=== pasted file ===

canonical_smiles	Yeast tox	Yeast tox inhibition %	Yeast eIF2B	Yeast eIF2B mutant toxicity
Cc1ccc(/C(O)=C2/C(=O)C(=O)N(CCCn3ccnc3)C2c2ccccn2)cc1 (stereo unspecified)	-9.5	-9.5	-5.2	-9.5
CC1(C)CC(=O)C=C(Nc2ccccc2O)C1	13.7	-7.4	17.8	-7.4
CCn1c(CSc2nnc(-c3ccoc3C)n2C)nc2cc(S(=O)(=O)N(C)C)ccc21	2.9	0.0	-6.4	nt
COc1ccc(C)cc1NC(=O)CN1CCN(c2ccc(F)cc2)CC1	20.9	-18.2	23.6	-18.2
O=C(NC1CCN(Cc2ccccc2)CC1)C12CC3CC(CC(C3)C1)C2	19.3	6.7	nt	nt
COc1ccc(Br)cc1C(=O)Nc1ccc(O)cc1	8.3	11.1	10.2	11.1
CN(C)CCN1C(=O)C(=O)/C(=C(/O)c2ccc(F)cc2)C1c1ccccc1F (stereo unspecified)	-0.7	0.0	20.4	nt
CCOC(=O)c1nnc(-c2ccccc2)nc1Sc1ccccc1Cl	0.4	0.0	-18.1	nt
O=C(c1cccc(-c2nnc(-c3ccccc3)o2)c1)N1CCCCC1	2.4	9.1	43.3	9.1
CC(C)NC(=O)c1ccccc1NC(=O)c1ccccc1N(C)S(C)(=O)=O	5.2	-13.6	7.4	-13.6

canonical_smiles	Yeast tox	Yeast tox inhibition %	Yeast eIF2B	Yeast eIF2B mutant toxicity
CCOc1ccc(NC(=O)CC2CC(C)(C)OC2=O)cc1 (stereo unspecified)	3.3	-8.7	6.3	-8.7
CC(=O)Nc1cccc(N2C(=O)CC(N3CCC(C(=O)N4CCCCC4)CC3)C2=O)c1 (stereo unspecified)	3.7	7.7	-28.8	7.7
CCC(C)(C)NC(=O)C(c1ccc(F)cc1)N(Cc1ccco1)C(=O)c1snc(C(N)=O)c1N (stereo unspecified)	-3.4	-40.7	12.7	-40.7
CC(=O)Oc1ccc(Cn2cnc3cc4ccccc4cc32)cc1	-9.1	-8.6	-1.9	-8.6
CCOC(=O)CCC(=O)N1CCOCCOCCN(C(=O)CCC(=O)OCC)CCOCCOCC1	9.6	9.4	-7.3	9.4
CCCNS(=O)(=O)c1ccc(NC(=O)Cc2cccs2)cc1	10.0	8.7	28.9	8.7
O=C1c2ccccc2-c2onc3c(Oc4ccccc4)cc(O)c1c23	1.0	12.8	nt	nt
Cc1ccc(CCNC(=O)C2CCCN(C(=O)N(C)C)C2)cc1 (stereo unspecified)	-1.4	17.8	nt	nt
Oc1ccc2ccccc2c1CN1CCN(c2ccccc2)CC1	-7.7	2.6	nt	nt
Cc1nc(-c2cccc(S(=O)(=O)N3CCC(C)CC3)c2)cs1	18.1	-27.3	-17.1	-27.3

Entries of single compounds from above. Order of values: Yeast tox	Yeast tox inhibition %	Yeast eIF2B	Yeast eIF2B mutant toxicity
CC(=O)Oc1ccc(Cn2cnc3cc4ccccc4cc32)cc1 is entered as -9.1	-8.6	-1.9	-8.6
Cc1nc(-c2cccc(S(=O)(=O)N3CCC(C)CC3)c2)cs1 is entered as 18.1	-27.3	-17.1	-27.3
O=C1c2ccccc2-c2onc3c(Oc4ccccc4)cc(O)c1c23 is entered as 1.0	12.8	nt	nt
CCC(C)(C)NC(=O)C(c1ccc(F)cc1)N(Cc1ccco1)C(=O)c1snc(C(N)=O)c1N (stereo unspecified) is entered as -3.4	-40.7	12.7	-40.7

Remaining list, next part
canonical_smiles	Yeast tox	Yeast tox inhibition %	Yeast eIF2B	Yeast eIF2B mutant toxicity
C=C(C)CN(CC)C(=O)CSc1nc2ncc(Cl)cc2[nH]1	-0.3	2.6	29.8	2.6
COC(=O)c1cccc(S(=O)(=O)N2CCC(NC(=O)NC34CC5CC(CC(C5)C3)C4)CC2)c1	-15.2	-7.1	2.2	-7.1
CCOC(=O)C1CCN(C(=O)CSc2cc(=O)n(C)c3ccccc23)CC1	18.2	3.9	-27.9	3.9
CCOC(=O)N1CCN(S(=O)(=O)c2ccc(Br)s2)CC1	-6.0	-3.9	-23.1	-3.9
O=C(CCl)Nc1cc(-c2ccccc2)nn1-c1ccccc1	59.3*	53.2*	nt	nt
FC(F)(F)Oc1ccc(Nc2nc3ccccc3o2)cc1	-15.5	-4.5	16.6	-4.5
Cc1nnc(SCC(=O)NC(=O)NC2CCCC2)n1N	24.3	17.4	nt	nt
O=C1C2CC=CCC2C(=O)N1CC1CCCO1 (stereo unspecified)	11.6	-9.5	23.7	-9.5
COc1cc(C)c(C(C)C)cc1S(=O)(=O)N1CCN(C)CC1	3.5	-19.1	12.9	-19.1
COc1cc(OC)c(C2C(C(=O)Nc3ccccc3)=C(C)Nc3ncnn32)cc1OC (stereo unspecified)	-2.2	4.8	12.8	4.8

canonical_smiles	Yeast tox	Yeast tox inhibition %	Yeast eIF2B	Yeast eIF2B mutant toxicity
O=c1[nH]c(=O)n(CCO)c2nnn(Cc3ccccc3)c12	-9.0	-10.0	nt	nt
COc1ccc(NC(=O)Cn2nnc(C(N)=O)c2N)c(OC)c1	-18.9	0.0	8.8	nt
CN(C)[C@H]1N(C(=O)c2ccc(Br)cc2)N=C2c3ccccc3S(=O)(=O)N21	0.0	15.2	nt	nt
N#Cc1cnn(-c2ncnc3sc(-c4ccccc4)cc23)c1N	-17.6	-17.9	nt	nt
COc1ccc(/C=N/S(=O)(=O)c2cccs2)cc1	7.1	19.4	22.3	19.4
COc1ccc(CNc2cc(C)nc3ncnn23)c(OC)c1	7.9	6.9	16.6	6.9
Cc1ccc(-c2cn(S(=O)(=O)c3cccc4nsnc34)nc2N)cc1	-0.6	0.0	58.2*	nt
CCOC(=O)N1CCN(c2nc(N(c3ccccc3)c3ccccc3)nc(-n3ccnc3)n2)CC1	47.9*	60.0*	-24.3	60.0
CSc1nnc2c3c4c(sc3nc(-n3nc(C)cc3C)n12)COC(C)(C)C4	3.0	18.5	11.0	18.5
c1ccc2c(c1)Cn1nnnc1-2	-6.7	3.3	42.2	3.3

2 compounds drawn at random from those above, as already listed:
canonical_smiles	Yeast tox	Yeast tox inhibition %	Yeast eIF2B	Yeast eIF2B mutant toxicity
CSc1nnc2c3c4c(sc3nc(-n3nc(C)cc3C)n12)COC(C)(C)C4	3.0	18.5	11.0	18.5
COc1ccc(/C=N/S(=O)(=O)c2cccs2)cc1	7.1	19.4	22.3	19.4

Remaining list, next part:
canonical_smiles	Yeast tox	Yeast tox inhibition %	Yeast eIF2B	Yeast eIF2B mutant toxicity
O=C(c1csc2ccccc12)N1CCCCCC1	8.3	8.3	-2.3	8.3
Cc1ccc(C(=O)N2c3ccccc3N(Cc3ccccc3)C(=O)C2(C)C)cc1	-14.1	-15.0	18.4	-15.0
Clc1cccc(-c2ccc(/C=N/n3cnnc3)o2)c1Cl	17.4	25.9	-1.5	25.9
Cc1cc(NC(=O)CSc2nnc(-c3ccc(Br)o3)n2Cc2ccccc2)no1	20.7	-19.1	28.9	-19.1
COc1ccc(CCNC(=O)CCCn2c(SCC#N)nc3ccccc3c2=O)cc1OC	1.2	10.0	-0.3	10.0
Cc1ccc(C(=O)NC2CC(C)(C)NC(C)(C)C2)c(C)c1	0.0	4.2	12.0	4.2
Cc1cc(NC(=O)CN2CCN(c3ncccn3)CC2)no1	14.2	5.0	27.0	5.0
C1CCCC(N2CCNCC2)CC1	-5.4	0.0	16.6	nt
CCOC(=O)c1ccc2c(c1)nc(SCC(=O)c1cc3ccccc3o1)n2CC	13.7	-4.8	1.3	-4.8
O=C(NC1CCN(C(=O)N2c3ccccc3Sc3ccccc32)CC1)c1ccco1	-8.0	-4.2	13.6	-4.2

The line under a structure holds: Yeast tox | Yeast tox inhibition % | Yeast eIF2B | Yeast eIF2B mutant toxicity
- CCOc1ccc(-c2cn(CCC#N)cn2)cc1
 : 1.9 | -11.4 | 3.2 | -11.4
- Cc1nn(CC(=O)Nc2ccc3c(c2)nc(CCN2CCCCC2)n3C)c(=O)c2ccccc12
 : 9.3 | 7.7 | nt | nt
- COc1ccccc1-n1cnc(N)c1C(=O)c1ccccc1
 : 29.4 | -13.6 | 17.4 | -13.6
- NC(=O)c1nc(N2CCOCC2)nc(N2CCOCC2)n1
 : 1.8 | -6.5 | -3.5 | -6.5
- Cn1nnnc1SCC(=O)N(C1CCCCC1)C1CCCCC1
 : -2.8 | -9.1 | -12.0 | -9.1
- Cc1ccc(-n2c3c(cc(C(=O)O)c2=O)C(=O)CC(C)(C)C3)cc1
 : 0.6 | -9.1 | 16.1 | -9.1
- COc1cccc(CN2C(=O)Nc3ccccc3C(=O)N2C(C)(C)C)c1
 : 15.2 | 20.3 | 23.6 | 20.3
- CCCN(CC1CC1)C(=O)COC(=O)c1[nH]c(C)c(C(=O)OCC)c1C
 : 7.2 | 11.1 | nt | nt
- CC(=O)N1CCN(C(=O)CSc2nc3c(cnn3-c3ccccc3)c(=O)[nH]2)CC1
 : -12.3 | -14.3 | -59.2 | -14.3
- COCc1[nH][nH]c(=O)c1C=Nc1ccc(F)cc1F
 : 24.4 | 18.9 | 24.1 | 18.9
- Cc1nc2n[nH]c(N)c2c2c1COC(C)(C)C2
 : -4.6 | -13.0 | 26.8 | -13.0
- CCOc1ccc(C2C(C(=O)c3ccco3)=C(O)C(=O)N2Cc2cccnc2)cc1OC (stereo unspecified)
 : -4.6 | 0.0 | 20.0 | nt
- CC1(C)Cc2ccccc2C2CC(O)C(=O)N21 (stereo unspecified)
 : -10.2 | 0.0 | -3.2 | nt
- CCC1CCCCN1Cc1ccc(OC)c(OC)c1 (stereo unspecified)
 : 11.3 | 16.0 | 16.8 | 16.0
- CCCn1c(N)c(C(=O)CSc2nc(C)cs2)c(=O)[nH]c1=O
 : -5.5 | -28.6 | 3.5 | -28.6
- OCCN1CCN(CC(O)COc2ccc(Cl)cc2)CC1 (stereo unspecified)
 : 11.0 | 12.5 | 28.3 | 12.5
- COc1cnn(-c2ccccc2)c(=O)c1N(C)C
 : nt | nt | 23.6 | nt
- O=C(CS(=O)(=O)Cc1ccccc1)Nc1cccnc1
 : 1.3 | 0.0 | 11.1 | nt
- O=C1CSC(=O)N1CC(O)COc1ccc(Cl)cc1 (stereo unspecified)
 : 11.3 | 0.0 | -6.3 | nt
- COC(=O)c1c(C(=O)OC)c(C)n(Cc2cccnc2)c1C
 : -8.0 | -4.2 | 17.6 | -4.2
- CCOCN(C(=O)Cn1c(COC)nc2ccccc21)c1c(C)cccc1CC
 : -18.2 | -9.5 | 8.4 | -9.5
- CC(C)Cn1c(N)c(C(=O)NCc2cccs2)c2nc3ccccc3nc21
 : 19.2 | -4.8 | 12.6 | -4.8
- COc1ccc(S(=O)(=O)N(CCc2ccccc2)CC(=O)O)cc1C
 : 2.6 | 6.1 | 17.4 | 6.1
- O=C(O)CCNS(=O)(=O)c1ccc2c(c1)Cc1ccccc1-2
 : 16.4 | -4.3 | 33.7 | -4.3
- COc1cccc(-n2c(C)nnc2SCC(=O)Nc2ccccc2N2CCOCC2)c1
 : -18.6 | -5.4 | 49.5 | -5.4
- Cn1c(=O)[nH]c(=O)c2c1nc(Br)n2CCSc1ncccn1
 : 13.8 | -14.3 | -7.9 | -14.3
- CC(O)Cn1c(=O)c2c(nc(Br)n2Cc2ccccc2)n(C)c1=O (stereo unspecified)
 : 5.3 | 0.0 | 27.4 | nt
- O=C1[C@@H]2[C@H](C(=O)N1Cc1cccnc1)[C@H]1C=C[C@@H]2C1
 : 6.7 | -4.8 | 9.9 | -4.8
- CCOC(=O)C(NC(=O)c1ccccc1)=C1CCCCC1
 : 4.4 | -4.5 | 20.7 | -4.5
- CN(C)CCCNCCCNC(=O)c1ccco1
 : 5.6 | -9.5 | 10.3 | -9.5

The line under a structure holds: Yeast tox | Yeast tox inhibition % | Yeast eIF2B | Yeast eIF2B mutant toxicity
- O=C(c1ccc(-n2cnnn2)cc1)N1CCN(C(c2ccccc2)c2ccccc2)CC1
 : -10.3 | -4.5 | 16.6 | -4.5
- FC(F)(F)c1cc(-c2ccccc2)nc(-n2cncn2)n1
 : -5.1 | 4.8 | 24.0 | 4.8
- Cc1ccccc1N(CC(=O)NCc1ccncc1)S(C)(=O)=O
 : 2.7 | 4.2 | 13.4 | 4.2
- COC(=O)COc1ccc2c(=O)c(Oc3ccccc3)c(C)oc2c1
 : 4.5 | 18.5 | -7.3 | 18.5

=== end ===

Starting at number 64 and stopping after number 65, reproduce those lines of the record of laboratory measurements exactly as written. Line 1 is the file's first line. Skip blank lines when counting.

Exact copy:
C1CCCC(N2CCNCC2)CC1	-5.4	0.0	16.6	nt
CCOC(=O)c1ccc2c(c1)nc(SCC(=O)c1cc3ccccc3o1)n2CC	13.7	-4.8	1.3	-4.8